TitleThe Psychosocial Implications of Managing Work and Family Caregiving Roles: Gender Differences Among Information Technology Professionals.
Publication TypeJournal Article
Year of Publication2017
AuthorsDePasquale, N, Polenick, CA, Chandler, KD, Moen, P, Hammer, LB, Almeida, DM
JournalJ Fam Issues
Volume38
Issue11
Pagination1495-1519
Date Published08/2017
ISSN0192-513X
Abstract
 

An increasing number of adults, both men and women, are simultaneously managing work and family caregiving roles. Guided by the stress process model, we investigate whether 823 employees occupying diverse family caregiving roles (child caregiving only, elder caregiving only, and both child caregiving and elder caregiving, or "sandwiched" caregiving) and their noncaregiving counterparts in the information technology division of a white-collar organization differ on several indicators of psychosocial stress along with gender differences in stress exposure. Compared with noncaregivers, child caregivers reported more perceived stress and partner strain whereas elder caregivers reported greater perceived stress and psychological distress. With the exception of work-to-family conflict, sandwiched caregivers reported poorer overall psychosocial functioning. Additionally, sandwiched women reported more family-to-work conflict and less partner support than their male counterparts. Further research on the implications of combining a white-collar employment role with different family caregiving roles is warranted.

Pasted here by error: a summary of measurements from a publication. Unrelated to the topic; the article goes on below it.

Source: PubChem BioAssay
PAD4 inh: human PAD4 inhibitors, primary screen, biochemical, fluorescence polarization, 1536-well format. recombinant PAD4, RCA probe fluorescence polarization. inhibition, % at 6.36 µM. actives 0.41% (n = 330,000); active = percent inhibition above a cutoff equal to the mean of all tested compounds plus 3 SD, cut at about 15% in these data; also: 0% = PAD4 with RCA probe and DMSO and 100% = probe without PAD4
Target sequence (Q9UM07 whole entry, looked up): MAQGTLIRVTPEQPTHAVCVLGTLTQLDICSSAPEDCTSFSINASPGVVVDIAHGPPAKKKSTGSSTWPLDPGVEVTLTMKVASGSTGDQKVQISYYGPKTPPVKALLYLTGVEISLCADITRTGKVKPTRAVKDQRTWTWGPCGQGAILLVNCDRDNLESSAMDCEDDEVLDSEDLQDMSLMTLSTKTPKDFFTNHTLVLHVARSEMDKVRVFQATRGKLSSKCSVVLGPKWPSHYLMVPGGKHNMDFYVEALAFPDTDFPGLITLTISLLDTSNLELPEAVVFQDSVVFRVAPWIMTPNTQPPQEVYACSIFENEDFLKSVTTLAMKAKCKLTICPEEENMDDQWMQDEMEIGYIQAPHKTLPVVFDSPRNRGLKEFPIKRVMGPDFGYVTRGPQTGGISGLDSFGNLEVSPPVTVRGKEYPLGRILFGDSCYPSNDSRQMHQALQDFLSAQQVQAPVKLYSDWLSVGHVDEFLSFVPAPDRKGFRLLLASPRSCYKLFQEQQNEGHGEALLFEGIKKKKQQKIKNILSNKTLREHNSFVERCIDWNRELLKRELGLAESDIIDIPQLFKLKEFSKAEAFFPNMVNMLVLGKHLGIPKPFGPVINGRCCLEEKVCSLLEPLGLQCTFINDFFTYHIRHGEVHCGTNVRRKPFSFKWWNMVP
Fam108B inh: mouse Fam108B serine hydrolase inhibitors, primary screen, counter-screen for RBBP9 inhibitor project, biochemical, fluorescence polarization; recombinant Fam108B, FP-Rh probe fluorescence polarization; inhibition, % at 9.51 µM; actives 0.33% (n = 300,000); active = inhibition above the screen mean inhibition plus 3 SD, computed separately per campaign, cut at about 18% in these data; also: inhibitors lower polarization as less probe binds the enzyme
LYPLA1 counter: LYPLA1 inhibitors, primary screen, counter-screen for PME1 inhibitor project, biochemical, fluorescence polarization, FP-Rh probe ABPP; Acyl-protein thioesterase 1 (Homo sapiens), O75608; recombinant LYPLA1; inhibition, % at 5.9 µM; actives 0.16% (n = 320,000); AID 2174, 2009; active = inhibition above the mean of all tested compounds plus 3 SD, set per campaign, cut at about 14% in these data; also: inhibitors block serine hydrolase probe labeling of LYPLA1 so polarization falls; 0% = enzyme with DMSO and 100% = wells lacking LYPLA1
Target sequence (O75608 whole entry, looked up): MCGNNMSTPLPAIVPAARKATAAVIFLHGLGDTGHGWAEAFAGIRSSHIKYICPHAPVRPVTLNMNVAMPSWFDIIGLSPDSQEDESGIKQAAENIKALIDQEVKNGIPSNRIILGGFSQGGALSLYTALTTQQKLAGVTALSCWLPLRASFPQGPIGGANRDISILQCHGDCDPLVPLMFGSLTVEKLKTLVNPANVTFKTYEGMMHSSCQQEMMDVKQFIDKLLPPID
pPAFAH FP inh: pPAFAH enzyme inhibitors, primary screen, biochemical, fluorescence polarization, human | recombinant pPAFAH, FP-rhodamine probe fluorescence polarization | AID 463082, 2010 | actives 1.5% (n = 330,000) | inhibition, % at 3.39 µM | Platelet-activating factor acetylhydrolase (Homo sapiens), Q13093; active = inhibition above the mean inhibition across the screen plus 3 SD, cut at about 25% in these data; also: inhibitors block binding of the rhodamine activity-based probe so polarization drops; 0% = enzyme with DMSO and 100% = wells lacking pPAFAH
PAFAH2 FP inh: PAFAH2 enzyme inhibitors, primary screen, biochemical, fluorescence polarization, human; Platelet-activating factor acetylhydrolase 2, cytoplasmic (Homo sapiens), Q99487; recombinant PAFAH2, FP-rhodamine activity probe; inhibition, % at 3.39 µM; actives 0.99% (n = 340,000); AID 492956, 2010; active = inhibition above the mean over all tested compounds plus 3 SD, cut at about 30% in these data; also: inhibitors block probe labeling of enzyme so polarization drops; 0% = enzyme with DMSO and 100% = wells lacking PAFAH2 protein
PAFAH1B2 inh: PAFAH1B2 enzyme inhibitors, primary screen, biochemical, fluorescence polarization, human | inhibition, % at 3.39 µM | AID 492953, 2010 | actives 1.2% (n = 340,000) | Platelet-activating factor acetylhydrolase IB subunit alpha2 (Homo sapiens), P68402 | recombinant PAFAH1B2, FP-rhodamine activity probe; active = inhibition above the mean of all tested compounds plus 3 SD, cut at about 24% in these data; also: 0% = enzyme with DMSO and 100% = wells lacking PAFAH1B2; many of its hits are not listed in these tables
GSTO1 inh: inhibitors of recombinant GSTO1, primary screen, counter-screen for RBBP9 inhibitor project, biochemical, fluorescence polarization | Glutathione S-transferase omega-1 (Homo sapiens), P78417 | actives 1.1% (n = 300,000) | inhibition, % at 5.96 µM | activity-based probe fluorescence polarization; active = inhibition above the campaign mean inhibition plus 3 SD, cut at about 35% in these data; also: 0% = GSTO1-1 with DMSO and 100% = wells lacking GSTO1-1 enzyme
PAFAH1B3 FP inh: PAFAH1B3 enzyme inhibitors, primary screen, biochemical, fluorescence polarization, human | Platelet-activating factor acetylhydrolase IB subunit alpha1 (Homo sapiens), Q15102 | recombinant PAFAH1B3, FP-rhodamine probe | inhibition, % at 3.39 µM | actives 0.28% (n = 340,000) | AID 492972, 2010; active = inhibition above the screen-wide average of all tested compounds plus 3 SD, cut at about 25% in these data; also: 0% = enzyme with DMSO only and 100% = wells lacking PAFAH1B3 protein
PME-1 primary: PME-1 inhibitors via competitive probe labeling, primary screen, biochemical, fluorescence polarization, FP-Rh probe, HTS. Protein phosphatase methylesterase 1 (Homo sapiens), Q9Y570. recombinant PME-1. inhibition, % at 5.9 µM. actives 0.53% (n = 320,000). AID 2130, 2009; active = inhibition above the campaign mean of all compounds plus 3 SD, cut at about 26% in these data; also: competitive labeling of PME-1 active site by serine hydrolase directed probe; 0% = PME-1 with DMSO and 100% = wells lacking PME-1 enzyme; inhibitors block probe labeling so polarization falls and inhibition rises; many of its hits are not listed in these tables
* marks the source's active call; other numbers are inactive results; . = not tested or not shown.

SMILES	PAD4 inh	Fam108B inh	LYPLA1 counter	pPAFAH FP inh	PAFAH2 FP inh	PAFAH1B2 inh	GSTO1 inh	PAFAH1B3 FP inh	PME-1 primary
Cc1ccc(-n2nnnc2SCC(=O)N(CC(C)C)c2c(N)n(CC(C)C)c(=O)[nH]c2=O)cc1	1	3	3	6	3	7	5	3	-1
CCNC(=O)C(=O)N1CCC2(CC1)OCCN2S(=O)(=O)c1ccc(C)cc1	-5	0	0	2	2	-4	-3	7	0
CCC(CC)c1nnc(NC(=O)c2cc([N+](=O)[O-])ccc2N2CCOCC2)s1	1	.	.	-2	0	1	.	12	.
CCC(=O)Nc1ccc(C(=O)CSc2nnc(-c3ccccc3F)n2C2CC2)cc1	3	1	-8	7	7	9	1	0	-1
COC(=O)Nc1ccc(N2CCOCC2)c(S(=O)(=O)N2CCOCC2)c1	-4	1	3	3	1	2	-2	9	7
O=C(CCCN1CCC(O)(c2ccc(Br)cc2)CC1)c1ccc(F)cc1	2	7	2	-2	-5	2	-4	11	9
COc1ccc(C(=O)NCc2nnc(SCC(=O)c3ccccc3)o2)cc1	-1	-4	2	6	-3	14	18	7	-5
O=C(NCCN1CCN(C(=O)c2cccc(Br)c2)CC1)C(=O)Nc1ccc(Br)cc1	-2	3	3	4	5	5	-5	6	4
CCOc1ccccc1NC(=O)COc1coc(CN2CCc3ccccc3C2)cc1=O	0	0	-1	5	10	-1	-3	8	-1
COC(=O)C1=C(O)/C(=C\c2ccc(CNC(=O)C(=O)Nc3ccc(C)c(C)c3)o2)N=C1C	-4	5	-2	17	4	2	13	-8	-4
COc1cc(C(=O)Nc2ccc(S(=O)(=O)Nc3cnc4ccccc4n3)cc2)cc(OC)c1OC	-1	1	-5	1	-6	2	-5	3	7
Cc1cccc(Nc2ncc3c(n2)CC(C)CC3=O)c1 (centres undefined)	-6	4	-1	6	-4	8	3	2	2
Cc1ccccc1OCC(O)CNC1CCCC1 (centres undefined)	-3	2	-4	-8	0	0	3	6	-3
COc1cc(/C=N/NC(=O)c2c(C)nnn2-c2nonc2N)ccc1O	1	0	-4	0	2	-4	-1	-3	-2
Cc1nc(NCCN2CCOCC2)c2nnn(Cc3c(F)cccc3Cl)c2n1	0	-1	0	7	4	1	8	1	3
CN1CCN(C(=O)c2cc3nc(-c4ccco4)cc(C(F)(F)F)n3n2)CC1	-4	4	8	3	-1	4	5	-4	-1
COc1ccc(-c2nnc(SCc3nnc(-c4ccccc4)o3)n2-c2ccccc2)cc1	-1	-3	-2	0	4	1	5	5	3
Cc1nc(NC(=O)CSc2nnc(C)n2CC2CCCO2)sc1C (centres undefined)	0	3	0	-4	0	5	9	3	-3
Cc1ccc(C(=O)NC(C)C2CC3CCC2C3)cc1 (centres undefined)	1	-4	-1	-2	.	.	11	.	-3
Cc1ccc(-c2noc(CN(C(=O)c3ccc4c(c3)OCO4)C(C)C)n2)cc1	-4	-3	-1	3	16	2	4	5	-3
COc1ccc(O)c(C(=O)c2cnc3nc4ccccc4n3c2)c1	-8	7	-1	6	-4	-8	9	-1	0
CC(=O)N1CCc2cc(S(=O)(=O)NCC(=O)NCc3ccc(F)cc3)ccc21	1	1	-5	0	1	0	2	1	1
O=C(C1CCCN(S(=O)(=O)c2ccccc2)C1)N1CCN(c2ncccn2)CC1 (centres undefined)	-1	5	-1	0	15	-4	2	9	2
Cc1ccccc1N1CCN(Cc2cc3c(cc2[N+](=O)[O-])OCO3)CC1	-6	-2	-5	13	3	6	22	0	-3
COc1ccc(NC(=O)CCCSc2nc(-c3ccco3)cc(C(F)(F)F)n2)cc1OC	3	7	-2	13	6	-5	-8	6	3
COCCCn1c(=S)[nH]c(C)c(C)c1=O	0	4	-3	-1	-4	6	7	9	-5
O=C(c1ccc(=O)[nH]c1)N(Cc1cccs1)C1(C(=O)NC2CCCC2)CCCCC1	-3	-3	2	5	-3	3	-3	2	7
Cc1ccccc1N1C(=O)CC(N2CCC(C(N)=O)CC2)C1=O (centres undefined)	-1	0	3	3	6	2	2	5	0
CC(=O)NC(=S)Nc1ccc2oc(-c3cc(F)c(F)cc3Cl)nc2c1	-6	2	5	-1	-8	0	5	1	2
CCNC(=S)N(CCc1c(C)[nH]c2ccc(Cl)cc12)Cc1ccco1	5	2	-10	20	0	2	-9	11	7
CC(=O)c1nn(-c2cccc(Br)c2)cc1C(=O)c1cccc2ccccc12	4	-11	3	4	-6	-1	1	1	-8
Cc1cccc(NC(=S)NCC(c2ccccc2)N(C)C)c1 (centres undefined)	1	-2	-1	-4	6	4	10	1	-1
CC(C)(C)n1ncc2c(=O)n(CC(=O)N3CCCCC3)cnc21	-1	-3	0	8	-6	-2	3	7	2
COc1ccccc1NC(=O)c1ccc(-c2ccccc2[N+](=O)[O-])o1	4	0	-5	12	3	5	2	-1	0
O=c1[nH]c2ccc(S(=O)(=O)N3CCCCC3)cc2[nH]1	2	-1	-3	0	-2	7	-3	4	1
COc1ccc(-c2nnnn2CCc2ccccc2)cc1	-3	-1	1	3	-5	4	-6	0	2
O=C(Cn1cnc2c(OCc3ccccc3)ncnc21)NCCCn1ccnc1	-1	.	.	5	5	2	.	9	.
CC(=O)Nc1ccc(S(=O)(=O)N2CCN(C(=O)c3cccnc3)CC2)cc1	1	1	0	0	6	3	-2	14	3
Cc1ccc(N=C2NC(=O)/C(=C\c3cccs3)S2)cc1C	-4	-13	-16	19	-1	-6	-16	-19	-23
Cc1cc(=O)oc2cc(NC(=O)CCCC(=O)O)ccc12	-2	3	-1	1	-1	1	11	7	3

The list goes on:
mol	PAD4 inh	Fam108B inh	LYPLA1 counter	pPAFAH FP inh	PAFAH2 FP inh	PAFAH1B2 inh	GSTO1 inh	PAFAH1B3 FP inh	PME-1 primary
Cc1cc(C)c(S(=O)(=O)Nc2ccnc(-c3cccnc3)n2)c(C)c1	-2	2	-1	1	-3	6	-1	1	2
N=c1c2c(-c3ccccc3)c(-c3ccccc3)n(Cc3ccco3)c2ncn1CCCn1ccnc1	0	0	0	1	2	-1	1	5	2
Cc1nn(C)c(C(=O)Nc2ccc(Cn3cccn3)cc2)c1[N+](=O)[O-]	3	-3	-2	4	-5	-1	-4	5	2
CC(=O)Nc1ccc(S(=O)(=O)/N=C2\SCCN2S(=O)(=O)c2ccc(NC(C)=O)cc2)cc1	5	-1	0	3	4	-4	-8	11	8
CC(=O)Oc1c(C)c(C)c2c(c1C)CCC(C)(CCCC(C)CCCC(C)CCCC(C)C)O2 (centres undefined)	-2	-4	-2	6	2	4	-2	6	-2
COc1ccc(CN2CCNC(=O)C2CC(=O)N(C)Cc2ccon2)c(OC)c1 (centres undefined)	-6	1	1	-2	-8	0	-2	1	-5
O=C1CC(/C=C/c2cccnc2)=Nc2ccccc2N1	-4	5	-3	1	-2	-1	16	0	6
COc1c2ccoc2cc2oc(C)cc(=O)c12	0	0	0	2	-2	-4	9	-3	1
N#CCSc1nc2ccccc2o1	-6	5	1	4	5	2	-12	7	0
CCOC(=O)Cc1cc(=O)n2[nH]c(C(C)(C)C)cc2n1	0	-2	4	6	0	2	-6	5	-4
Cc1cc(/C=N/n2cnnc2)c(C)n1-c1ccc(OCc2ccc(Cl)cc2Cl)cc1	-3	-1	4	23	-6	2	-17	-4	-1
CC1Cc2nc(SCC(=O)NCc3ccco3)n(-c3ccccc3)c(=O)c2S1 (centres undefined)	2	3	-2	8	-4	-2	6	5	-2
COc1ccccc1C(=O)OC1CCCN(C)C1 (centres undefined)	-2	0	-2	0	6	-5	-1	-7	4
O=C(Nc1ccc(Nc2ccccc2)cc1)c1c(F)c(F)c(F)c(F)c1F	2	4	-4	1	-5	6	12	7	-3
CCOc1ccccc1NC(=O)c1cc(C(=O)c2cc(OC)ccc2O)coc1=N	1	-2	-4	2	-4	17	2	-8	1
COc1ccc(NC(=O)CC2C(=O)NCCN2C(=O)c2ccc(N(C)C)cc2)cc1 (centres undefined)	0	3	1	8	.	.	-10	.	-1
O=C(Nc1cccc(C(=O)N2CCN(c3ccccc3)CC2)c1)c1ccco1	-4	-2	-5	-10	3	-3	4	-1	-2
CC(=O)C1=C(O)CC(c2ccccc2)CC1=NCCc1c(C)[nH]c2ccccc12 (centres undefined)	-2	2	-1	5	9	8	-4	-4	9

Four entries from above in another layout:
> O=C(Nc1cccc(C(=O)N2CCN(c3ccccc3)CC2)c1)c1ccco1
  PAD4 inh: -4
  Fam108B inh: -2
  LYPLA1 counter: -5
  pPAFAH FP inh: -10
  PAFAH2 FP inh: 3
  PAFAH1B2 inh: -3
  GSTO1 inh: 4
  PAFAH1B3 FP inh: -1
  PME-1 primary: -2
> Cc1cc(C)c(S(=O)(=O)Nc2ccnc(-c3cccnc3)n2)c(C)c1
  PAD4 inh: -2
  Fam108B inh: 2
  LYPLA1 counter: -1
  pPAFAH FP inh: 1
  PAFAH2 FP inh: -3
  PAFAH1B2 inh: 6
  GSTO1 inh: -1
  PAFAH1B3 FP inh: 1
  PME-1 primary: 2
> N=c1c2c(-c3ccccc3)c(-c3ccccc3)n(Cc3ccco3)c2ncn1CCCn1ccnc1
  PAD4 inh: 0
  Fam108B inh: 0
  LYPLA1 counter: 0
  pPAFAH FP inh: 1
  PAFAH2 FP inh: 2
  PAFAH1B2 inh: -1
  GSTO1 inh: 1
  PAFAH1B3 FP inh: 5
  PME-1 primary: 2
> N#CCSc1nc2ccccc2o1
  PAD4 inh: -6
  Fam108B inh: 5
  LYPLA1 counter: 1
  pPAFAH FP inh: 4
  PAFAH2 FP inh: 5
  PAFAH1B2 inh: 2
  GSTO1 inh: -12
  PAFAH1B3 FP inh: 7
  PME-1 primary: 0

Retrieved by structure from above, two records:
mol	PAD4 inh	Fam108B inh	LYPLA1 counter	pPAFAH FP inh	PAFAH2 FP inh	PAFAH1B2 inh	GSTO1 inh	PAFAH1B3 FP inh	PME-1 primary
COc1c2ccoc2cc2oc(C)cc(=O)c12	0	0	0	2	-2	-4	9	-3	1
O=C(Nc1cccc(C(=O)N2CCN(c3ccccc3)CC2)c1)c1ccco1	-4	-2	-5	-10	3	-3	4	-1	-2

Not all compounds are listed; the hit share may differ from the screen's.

DOI10.1177/0192513X15584680
Alternate JournalJ Fam Issues
PubMed ID28694554
PubMed Central IDPMC5501489
Grant ListU01 HD051217 / HD / NICHD NIH HHS / United States
U01 HD051256 / HD / NICHD NIH HHS / United States
U01 OH008788 / OH / NIOSH CDC HHS / United States
U01 AG027669 / AG / NIA NIH HHS / United States
U01 HD059773 / HD / NICHD NIH HHS / United States
U01 HD051276 / HD / NICHD NIH HHS / United States
U01 HD051218 / HD / NICHD NIH HHS / United States